Because John is held back in school, Owen repeats the ninth grade with him so that the two can attend the Gravesend Academy together. There, Owen Meany earns a reputation as an intelligent, sarcastic student. He is known for his heavily opinionated editorial column in the school newspaper, in which he writes in all-capital letters to reflect his shrill voice; he also earns respect by dating John's college-age cousin Hester. While Owen helps John with his schoolwork, John assists Owen in practicing a basketball maneuver they call "The Shot". This involves John lifting Owen above his head so that he can dunk the basketball. Owen does not reveal why they must practice The Shot; it is not legal in any basketball game. However, they continue to rehearse the move so that they can complete it in under three seconds.
Due to a rivalry with the headmaster of Gravesend Academy, Owen is expelled in his senior year, squandering his chances of going to Harvard or Yale University, both of which had offered him full scholarships. Instead, he chooses to attend the University of New Hampshire while undergoing ROTC training so that he will graduate as a second lieutenant and assume active duty following graduation. This is received poorly by both John and Hester, who oppose the Vietnam War. Despite his insistence that he must join the military himself, Owen helps John to avoid the draft by slicing off some phalanges of his index finger.
Following graduation from university, Owen works as a casualty officer, bringing the bodies of Arizona soldiers home from California. This recalls his work carving and selling tombstones from his father's quarry. Eventually, Owen tells John and Hester that he has had a recurring dream in which he saves many Vietnamese children, but he sustains wounds that kill him. He believes that this will happen on the date he saw on Scrooge's grave, and he sets out to realize the dream by going to Vietnam. John and Hester are distraught, and attempt to convince Owen that it was only a dream. However, at this point, the novel flashes forward a few years to Owen's funeral, which confirms his premature death. At the funeral, Owen's father reveals to John that he considered Owen to be "like the Christ Child", due to the fact that he and Mrs. Meany never performed intercourse. He also tells John that he told Owen about his apparently immaculate conception when Owen was a young boy. In the flash forward, it is also revealed that John has discovered the identity of his father — a man whom he has known all his life. He is frustrated that it is Reverend Lewis Merrill, the meek married minister of the Gravesend Congregationalist Church.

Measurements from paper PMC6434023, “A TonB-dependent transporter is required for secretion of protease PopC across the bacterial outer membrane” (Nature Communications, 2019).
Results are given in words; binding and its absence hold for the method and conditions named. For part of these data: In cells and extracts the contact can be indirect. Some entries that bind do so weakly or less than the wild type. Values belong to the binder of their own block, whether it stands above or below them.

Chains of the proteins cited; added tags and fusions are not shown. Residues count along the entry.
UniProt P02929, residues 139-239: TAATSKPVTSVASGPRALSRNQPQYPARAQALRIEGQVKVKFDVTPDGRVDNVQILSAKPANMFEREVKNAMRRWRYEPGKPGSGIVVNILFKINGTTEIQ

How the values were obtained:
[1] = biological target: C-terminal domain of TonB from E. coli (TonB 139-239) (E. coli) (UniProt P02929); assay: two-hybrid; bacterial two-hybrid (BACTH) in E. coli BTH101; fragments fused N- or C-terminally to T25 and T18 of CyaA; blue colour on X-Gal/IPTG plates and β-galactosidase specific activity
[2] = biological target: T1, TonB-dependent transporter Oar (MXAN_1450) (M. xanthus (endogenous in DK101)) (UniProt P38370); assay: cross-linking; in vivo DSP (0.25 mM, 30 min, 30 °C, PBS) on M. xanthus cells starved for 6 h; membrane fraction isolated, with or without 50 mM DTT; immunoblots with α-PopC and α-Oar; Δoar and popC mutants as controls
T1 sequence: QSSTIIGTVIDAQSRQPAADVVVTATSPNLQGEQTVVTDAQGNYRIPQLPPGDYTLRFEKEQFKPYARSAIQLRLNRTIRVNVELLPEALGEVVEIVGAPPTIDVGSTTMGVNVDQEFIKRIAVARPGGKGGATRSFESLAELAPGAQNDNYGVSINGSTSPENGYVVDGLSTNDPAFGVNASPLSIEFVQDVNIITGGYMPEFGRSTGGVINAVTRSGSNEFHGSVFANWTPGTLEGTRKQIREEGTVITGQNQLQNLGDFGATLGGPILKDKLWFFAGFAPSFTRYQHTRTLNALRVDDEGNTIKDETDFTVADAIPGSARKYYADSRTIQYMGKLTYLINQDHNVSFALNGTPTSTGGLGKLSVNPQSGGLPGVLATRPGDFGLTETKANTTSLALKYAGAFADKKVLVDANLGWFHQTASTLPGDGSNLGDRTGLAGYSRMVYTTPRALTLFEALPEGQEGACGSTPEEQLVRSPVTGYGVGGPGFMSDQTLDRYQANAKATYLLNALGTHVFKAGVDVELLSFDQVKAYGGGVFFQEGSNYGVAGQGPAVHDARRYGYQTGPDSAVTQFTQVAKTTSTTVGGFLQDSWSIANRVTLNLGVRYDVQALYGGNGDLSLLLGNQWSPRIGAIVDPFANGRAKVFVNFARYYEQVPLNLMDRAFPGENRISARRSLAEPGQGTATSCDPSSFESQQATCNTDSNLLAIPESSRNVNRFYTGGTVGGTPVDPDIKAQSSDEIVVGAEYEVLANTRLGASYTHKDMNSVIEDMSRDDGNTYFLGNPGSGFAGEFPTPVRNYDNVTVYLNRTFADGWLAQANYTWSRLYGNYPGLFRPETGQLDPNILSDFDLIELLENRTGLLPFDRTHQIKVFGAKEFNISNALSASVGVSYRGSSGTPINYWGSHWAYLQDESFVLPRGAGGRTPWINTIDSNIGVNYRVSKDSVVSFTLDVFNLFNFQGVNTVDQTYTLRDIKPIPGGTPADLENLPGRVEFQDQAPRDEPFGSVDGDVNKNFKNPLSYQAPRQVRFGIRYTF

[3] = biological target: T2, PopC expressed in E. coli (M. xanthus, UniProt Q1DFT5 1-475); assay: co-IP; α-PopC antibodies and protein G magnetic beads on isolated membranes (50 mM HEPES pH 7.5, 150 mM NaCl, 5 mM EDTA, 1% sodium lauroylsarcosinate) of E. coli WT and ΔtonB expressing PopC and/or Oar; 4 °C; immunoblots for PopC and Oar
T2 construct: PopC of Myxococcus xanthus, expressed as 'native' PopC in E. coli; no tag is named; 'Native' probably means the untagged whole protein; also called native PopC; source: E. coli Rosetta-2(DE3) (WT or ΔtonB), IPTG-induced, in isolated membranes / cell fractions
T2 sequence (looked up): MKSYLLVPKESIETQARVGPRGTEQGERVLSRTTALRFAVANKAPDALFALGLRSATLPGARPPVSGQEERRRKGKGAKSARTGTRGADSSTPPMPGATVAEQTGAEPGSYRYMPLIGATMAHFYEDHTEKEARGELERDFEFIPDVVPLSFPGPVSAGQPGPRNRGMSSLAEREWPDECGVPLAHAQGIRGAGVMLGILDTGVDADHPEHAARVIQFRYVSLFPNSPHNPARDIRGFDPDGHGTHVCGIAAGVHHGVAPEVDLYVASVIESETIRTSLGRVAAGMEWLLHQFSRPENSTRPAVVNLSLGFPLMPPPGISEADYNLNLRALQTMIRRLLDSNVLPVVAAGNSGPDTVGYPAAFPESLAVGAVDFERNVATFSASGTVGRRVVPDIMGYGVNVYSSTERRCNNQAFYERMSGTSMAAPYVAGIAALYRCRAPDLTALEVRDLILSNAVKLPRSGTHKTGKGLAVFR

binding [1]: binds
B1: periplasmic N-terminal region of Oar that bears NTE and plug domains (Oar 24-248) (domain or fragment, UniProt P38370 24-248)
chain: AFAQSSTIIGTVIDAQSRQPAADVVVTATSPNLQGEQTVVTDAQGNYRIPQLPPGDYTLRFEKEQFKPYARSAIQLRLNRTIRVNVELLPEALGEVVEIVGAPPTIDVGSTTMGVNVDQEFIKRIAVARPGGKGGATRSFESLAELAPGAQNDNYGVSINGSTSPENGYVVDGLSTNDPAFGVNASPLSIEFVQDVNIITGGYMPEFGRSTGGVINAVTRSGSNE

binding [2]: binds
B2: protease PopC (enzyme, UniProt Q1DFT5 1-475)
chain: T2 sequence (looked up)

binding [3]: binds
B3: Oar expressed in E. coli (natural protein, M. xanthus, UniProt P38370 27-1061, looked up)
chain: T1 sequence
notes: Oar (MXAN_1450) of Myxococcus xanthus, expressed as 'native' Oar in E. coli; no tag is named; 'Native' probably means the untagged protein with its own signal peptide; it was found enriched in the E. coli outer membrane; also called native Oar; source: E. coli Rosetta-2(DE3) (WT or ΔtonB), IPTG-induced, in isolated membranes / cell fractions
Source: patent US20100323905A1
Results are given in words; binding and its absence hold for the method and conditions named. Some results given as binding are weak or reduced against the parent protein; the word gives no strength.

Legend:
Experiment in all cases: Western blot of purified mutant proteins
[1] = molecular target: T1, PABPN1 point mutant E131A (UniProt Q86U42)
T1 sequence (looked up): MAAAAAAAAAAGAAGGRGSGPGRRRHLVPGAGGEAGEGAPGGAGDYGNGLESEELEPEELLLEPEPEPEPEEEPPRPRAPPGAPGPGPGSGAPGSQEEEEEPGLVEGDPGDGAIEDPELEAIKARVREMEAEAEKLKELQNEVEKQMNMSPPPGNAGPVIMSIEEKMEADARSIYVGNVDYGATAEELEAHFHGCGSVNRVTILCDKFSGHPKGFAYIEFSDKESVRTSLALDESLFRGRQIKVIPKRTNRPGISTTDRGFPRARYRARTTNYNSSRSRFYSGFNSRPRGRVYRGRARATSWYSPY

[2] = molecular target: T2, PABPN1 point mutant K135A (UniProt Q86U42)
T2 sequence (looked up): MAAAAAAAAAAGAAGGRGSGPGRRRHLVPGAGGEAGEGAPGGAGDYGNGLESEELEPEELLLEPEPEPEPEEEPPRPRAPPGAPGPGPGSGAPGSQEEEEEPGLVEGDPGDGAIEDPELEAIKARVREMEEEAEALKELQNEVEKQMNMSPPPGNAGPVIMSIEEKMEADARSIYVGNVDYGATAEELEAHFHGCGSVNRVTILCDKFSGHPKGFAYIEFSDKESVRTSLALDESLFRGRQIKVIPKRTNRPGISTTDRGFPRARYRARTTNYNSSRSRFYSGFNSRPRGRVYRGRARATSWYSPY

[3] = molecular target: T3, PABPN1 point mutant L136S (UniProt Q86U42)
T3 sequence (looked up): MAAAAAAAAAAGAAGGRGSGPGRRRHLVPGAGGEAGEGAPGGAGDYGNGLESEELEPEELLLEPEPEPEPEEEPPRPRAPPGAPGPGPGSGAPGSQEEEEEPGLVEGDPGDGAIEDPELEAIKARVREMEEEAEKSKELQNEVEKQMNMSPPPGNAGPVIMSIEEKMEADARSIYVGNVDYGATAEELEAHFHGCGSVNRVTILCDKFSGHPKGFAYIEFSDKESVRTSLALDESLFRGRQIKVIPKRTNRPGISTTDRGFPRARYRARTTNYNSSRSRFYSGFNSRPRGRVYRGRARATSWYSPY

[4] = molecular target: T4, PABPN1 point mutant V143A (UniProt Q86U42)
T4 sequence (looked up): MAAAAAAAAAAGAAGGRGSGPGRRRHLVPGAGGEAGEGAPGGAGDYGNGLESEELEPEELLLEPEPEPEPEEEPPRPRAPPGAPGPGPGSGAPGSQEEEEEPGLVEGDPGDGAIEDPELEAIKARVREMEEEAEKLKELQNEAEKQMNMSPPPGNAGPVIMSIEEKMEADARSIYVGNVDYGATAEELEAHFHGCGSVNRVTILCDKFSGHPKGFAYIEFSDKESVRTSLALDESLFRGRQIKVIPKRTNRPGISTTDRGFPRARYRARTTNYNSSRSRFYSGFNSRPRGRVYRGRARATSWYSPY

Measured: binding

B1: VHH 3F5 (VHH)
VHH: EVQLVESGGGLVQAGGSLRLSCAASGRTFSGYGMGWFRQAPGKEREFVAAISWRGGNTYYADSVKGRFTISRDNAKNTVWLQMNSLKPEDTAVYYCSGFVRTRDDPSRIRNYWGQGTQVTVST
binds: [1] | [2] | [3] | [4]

The novel returns to a chronological sequence as John relates visiting Owen in Arizona as the predicted date of his death approaches. Owen delivers a body to a poor, dysfunctional family that expresses contempt for the military. At the wake, John accompanies Owen as he confronts Dick, the nihilistic, violent brother of the deceased soldier. Dick expresses a desire to kill Vietnamese people as he shows off the lethal weaponry his brother smuggled in from Vietnam. John and Owen then return to the airport, where Owen concludes that his dream was, after all, nothing more than a dream, as he has reached the date of his death and he is not in combat. However, a large group of Vietnamese children arrive at the airport, and Owen recognizes the circumstances of his dream immediately. Dick, whom John had seen skulking around the airport, attempts to murder the children using a grenade. John catches the weapon, and tosses it to Owen; together they complete The Shot maneuver in order to quickly remove the grenade from the vicinity of the children. The detonation fatally wounds Owen. As he dies, his voice and physique calm the frightened children. He dies satisfied that he has fulfilled the will of God.
John is left with the memory of his friend, and the firm belief that Owen and his life were a miracle. The last words of his narrative are an impassioned plea: "O God—please bring him back! I shall keep asking You."